Hong Kong news

Hong Kong people neither surprised nor shocked that CY Leung was told not to stand again

Seriously, South China Morning Post?  Hong Kong is not “in shock” and we are not “stunned”:

Hong Kong in shock as Chief Executive CY Leung decides not to seek re-election

South China Morning Post | Saturday 10 December, 2016

Hong Kong’s embattled leader on Friday left the city stunned and threw next year’s chief executive election wide open by ­announcing that he would not seek a second term to spare his family “unbearable pressure”.

Eyes were glued to television screens and mouths hung open in shock as a grim-faced Leung Chun-ying told Hong Kong that he was calling it quits in a hastily arranged press conference at 3.30pm, an hour after the government gave the media a heads-up.

The only person who might have been shocked and surprised would be CY Leung when Beijing told him what to do.

and…

  • “Eyes were glued to television screens” – no they weren’t
  • “mouths hung open” – no they didn’t
  • “grim-faced Leung Chun-ying” – well, OK, he didn’t look happy
  • “heads-up” is a horrible phrase.  What’s wrong with calling it a briefing?

Revolting parents, supine journalists

The story of the week in Hong Kong's First Free English Newspaper (HKFFEN) seems to be the "revolt" by parents against a fee increase by the ESF (English Schools Foundation).

We all know that The Standard (HKFFEN) is run on a shoestring, and in this case it seems clear that the revolting parents have fed a series of stories to the paper, which is only too happy to have something to fill up its local news pages.  It started on Monday (Parents revolt on ESF fee hikes):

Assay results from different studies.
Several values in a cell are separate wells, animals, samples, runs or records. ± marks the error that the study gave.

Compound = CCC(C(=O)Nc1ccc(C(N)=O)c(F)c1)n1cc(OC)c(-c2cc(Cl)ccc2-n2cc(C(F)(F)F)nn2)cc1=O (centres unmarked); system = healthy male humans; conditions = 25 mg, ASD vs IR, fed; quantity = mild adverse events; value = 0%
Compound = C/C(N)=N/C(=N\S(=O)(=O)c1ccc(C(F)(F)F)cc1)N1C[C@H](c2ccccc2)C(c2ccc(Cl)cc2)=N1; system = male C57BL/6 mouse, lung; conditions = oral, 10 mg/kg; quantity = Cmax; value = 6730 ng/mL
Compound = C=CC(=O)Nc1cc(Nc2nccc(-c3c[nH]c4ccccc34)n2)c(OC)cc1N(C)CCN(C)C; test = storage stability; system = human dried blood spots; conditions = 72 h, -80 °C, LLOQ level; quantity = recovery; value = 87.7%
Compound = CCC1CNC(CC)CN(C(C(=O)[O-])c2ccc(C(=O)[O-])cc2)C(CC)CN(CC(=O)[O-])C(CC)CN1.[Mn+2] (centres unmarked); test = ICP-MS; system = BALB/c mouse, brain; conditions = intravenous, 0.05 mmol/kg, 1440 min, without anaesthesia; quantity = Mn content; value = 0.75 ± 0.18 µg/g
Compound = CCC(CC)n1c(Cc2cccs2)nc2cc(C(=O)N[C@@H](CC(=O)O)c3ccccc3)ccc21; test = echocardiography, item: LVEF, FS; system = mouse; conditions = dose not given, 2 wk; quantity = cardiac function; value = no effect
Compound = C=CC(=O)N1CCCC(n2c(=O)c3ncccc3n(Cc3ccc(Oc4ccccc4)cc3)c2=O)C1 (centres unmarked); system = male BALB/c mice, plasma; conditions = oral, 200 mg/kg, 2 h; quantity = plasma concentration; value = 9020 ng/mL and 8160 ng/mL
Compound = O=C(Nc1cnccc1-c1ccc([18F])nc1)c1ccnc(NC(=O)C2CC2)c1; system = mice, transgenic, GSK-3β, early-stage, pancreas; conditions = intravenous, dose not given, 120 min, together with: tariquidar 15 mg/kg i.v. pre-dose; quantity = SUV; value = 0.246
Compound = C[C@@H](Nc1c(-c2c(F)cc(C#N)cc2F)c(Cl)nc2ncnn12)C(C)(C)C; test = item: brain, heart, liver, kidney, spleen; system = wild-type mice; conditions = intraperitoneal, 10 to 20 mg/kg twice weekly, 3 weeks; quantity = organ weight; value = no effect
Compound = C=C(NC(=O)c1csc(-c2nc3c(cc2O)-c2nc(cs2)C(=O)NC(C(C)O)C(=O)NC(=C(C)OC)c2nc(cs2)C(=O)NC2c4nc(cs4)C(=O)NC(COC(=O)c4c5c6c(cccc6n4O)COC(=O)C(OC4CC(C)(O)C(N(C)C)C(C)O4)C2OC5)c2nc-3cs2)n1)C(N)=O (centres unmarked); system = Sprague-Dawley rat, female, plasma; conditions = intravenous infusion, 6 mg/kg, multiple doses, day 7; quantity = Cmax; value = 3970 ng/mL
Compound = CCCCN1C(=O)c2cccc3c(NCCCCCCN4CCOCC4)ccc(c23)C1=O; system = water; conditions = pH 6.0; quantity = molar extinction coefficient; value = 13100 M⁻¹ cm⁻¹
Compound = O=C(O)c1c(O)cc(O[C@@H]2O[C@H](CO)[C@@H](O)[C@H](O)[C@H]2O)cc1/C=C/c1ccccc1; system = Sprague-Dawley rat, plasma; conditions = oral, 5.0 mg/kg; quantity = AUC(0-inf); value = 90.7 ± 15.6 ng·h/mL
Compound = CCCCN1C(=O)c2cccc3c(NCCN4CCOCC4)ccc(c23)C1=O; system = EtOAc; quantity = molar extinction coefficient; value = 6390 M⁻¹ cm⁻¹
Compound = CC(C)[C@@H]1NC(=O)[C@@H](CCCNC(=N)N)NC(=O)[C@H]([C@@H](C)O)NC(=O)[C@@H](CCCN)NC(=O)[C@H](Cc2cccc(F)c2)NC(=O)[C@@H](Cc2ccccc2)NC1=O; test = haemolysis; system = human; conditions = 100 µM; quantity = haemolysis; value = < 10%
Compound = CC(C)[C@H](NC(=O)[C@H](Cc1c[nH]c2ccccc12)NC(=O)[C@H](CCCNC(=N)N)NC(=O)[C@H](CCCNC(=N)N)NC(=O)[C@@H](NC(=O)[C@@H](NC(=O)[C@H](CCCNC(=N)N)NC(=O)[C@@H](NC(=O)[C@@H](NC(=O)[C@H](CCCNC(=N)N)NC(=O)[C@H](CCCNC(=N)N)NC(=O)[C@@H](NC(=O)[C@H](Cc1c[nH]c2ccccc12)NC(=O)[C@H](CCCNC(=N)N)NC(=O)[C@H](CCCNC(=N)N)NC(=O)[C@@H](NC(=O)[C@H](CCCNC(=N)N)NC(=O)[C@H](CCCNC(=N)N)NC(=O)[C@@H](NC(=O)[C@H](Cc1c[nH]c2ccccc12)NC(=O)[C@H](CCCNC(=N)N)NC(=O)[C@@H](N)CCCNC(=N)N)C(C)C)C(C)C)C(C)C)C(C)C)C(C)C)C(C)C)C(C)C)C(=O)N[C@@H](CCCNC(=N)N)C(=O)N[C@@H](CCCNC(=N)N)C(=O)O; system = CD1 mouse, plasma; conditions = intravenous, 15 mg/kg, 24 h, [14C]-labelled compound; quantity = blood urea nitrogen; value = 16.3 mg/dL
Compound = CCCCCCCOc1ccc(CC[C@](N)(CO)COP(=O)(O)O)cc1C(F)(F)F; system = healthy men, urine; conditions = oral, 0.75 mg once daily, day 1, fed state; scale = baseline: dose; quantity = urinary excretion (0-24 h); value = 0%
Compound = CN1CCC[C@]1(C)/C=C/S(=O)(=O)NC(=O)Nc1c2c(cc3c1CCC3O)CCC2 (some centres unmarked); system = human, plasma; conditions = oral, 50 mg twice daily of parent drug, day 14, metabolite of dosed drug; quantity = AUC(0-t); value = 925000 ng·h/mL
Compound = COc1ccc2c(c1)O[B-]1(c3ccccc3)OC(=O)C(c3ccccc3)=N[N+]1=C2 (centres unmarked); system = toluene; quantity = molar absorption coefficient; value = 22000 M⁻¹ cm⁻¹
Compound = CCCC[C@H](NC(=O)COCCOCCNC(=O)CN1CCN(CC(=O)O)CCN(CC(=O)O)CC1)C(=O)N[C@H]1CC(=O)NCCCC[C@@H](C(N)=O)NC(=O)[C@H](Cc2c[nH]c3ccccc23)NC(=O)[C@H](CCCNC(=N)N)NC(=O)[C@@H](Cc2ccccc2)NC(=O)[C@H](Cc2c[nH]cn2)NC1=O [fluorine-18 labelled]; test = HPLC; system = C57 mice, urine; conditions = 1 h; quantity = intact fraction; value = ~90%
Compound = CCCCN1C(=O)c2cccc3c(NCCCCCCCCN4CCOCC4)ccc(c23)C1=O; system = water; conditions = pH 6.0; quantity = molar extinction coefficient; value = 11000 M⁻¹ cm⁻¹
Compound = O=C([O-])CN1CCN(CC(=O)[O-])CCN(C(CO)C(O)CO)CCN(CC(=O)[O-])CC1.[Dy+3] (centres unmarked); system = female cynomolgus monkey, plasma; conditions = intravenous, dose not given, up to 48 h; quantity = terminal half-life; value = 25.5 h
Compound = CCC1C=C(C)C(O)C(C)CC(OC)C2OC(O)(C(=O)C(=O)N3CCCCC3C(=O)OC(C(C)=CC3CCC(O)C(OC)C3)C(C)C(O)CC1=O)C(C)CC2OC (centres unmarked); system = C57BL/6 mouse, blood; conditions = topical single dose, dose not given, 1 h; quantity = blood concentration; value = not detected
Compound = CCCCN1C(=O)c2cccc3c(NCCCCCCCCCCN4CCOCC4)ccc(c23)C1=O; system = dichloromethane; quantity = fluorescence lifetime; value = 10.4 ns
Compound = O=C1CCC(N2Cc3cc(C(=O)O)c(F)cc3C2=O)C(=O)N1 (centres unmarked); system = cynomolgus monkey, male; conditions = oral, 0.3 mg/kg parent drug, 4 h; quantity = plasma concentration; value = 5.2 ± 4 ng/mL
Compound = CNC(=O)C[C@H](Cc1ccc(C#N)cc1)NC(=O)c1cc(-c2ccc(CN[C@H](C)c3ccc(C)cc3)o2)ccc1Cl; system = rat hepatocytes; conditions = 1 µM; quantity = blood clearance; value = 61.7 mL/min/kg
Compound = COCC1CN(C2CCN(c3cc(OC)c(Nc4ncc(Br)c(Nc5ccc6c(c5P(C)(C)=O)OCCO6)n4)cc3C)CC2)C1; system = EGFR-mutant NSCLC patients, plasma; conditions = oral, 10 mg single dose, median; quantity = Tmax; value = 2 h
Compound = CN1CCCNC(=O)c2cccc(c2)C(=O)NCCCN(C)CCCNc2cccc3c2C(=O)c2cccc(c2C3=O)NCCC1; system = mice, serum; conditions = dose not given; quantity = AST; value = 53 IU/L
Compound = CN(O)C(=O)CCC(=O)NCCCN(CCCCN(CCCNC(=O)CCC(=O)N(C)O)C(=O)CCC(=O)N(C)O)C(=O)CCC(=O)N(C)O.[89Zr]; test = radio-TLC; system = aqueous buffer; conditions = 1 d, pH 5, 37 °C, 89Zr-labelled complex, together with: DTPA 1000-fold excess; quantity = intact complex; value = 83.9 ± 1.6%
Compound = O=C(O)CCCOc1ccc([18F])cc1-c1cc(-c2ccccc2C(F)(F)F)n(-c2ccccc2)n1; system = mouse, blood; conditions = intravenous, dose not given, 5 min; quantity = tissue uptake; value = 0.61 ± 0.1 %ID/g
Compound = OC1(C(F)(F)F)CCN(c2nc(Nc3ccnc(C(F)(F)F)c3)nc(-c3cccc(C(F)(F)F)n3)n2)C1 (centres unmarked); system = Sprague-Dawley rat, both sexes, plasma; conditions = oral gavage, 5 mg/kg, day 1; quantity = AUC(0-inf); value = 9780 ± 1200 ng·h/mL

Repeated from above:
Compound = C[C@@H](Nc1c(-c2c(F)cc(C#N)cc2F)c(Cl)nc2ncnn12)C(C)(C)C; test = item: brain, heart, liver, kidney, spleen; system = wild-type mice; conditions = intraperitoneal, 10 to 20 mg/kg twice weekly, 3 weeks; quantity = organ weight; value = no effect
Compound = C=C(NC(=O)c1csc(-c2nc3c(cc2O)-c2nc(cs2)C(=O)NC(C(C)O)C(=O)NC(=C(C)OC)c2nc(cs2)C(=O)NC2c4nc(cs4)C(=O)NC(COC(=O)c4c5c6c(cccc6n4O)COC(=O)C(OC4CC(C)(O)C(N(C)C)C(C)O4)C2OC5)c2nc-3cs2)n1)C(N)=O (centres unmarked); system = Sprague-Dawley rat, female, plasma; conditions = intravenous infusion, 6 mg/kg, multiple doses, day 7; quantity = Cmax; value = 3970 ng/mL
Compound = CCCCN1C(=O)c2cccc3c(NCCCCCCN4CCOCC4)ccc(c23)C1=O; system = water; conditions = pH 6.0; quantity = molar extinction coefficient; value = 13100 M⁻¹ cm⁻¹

Parents of English Schools Foundation students have launched a signature campaign against planned tuition fee rises.  More than 300 signatures have been collected since an online campaign began a month ago, according to Hong Kong University associate engineering professor Albert T Yeung, whose two children have been attending ESF schools for 10 years.

Yeung fears a hike in fees could result in some parents sending their children overseas, especially as it would be the third rise in as many years.  Tuition fees are set to increase, pending Education Bureau approval, by 7 percent to HK$58,100 a year at primary schools and 5 percent to HK$89,250 at the secondary level.

The Standard was so pleased with story that it followed up on Tuesday (Protests grow over ESF fees)

More parents of English Schools Foundation students have stepped forward to complain about the impending rise in tuition fees.  Parents have also criticized the ESF for charging miscellaneous fees for items such as sex education.